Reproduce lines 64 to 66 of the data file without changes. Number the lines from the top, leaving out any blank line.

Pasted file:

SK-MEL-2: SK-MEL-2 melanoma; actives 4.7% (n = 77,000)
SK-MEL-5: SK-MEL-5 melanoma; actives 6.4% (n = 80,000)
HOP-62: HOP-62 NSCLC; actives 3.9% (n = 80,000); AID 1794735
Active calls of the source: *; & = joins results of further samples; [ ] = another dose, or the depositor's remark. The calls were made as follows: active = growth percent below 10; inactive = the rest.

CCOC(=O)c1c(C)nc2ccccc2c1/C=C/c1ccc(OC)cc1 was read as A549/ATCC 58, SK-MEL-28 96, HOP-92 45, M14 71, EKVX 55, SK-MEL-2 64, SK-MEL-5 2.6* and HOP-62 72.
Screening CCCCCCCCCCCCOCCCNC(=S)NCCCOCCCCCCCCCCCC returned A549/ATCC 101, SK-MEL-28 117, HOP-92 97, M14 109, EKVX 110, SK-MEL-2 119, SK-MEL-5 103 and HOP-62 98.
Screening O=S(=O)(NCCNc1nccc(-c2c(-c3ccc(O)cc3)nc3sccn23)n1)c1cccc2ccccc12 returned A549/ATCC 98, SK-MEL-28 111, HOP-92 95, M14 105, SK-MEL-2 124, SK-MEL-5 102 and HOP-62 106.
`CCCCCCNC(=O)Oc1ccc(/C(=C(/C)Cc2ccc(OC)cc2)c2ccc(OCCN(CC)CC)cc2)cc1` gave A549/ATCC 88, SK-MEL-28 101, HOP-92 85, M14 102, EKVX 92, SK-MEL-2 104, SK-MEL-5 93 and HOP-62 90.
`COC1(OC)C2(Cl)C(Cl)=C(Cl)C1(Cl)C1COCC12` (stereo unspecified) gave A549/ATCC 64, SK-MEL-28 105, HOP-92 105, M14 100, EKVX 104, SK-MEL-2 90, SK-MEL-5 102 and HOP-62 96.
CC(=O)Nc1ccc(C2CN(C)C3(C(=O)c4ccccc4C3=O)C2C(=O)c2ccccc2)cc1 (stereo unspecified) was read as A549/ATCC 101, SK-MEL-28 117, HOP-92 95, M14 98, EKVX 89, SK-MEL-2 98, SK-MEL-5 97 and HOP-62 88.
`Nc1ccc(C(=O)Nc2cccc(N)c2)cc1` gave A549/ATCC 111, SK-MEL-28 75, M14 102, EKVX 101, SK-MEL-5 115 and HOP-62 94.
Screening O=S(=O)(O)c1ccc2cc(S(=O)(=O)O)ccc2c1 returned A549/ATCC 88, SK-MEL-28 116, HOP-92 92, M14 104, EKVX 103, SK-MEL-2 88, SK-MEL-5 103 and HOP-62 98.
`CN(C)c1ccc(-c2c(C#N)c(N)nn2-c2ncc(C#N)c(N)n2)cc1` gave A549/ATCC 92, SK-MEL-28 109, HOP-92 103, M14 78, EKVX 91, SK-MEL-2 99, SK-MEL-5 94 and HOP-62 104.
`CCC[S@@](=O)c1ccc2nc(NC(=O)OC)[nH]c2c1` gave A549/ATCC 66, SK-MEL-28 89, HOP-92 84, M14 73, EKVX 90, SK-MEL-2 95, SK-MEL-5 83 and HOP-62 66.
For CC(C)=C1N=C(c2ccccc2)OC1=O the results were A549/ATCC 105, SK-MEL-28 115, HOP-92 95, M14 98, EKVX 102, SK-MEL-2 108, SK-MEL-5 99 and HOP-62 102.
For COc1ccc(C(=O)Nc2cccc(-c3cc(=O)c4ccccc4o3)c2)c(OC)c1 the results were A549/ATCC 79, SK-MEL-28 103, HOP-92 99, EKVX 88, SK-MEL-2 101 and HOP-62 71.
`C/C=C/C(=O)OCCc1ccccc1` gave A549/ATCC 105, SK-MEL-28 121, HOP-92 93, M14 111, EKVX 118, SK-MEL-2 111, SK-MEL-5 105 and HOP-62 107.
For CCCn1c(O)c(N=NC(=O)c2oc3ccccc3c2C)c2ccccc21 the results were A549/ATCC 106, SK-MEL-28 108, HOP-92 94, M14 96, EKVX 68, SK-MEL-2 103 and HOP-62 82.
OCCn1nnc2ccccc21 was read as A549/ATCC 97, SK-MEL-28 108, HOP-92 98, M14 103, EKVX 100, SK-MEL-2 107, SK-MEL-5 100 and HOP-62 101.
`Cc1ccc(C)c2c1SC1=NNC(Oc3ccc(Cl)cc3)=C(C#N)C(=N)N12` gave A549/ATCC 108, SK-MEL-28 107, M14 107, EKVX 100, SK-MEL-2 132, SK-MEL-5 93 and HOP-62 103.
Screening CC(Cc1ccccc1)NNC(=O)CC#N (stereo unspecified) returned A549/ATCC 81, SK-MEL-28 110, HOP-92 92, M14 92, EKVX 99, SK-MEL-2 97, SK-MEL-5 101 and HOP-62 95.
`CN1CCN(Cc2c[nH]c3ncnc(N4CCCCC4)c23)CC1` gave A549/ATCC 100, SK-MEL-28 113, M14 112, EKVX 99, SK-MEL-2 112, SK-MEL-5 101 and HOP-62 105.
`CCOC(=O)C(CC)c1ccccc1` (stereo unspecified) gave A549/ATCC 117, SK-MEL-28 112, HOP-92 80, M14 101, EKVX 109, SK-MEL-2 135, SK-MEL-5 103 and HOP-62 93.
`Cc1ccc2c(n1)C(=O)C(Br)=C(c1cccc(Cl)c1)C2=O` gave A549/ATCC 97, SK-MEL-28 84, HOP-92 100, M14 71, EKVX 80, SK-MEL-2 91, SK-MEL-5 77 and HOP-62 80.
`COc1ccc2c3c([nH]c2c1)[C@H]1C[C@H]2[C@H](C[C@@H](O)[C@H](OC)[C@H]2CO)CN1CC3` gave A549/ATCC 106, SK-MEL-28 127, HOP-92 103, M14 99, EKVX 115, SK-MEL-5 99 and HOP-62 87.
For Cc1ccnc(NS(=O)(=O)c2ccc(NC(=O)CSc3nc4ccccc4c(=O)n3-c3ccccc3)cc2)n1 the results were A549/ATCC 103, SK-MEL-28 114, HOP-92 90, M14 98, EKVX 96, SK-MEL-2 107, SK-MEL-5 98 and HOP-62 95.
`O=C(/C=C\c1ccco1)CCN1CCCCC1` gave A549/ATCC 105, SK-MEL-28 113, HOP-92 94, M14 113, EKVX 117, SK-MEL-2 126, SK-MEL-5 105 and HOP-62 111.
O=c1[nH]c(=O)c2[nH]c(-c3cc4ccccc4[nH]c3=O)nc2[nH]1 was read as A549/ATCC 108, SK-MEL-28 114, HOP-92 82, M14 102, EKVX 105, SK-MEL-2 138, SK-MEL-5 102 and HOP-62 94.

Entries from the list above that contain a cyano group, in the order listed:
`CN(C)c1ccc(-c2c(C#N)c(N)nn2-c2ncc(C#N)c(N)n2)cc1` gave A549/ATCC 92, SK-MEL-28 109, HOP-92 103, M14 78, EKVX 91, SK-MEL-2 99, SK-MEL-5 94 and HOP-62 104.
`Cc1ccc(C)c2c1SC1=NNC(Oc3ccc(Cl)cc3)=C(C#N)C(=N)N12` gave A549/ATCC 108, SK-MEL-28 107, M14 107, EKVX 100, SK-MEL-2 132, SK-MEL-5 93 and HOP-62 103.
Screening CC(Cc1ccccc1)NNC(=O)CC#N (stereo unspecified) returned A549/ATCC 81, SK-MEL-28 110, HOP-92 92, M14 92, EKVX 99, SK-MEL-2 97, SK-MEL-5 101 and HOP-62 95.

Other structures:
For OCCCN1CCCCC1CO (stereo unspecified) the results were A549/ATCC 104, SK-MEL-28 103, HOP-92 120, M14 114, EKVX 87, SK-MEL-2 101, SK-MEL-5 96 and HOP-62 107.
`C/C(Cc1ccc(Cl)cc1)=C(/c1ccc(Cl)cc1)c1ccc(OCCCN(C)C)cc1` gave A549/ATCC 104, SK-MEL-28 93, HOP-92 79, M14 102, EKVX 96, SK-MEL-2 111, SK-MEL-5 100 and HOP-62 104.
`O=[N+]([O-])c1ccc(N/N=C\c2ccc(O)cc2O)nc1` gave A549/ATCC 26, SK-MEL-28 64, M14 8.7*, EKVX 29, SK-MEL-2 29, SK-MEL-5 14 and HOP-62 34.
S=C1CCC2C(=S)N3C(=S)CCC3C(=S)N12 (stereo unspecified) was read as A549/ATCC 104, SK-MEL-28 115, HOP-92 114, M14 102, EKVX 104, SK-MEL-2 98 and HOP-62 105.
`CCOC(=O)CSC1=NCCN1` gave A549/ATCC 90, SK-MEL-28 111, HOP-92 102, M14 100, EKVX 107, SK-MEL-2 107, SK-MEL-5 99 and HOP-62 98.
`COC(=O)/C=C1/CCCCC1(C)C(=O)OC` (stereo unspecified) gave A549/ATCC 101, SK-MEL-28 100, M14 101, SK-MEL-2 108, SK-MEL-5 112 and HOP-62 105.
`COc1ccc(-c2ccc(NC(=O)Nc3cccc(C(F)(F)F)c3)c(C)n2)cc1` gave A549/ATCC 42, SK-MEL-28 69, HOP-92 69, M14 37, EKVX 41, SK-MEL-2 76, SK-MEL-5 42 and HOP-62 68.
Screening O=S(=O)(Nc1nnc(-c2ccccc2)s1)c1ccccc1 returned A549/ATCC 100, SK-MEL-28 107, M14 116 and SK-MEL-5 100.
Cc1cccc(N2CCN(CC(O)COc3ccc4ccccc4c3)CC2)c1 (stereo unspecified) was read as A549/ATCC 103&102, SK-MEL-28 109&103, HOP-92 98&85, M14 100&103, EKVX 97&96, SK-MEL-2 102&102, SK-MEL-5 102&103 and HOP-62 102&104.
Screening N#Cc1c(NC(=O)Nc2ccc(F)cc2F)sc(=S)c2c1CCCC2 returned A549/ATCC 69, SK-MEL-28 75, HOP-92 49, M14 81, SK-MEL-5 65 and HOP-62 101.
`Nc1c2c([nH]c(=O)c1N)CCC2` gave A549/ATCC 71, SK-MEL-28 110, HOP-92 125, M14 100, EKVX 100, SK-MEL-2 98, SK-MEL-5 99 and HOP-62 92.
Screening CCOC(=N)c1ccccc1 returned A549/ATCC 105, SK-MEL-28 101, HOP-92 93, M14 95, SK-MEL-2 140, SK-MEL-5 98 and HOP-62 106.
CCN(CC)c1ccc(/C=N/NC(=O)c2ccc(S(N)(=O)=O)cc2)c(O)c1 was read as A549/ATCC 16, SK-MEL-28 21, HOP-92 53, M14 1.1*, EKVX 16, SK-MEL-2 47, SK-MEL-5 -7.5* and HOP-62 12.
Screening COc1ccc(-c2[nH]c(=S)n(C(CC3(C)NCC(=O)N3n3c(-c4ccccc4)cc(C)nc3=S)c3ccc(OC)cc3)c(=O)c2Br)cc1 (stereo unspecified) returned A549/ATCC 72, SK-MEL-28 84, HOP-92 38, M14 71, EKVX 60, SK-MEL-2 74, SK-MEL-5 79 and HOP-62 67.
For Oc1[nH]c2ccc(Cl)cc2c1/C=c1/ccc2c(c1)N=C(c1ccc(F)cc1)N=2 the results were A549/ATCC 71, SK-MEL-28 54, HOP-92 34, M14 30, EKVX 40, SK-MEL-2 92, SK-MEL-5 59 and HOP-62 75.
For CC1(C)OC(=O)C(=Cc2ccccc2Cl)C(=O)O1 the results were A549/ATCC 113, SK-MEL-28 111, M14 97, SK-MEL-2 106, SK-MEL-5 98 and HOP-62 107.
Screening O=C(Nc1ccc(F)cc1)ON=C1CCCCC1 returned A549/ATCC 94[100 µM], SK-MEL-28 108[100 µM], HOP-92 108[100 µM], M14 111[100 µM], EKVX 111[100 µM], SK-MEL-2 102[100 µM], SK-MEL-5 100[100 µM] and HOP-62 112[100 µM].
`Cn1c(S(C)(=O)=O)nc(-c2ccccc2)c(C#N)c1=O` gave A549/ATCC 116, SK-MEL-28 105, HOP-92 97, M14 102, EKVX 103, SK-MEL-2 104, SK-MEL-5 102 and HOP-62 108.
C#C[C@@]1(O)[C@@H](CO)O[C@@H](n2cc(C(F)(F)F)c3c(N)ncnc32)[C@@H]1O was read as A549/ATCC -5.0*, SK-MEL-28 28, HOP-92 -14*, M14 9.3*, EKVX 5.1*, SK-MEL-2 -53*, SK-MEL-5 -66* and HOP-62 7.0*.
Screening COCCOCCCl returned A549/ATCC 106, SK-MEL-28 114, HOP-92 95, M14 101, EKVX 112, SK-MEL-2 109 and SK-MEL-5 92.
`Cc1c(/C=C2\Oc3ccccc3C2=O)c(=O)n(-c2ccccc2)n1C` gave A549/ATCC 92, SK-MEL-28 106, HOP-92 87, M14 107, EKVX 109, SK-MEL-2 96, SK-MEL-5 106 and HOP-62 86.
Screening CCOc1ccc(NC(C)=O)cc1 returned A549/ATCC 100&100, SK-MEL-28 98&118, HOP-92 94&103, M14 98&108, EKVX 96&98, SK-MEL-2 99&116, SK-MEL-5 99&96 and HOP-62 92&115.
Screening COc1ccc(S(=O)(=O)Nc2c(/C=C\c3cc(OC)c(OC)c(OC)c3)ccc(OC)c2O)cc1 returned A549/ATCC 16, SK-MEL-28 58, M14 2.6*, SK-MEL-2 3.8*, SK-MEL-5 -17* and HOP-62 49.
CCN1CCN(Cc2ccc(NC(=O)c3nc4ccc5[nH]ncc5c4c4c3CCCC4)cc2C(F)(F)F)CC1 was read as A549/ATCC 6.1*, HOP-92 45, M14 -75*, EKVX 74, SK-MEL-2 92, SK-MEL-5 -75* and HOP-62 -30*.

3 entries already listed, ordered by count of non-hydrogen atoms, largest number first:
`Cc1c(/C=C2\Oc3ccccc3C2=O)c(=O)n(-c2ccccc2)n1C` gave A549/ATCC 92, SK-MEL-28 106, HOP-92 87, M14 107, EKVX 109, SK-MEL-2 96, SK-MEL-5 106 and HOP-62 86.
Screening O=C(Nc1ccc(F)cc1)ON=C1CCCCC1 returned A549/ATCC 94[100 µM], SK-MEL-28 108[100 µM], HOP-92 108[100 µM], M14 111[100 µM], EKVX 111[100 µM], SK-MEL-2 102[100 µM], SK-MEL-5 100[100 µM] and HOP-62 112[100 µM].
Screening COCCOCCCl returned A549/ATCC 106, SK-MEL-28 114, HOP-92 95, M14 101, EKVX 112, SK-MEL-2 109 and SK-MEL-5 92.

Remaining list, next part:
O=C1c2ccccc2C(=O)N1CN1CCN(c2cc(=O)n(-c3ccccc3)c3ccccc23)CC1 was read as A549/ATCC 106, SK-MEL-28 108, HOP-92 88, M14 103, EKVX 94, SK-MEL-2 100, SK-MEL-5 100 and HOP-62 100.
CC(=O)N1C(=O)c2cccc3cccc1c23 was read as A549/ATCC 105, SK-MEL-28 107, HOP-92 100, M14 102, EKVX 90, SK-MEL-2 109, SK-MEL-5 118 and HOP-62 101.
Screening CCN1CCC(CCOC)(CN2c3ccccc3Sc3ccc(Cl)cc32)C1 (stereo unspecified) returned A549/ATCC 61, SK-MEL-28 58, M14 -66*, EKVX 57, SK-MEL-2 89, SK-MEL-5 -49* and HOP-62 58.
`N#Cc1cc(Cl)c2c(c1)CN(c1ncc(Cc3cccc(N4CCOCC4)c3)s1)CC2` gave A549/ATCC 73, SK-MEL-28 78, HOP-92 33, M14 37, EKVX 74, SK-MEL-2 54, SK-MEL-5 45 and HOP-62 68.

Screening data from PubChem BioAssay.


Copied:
CC(=O)N1C(=O)c2cccc3cccc1c23 was read as A549/ATCC 105, SK-MEL-28 107, HOP-92 100, M14 102, EKVX 90, SK-MEL-2 109, SK-MEL-5 118 and HOP-62 101.
Screening CCN1CCC(CCOC)(CN2c3ccccc3Sc3ccc(Cl)cc32)C1 (stereo unspecified) returned A549/ATCC 61, SK-MEL-28 58, M14 -66*, EKVX 57, SK-MEL-2 89, SK-MEL-5 -49* and HOP-62 58.
`N#Cc1cc(Cl)c2c(c1)CN(c1ncc(Cc3cccc(N4CCOCC4)c3)s1)CC2` gave A549/ATCC 73, SK-MEL-28 78, HOP-92 33, M14 37, EKVX 74, SK-MEL-2 54, SK-MEL-5 45 and HOP-62 68.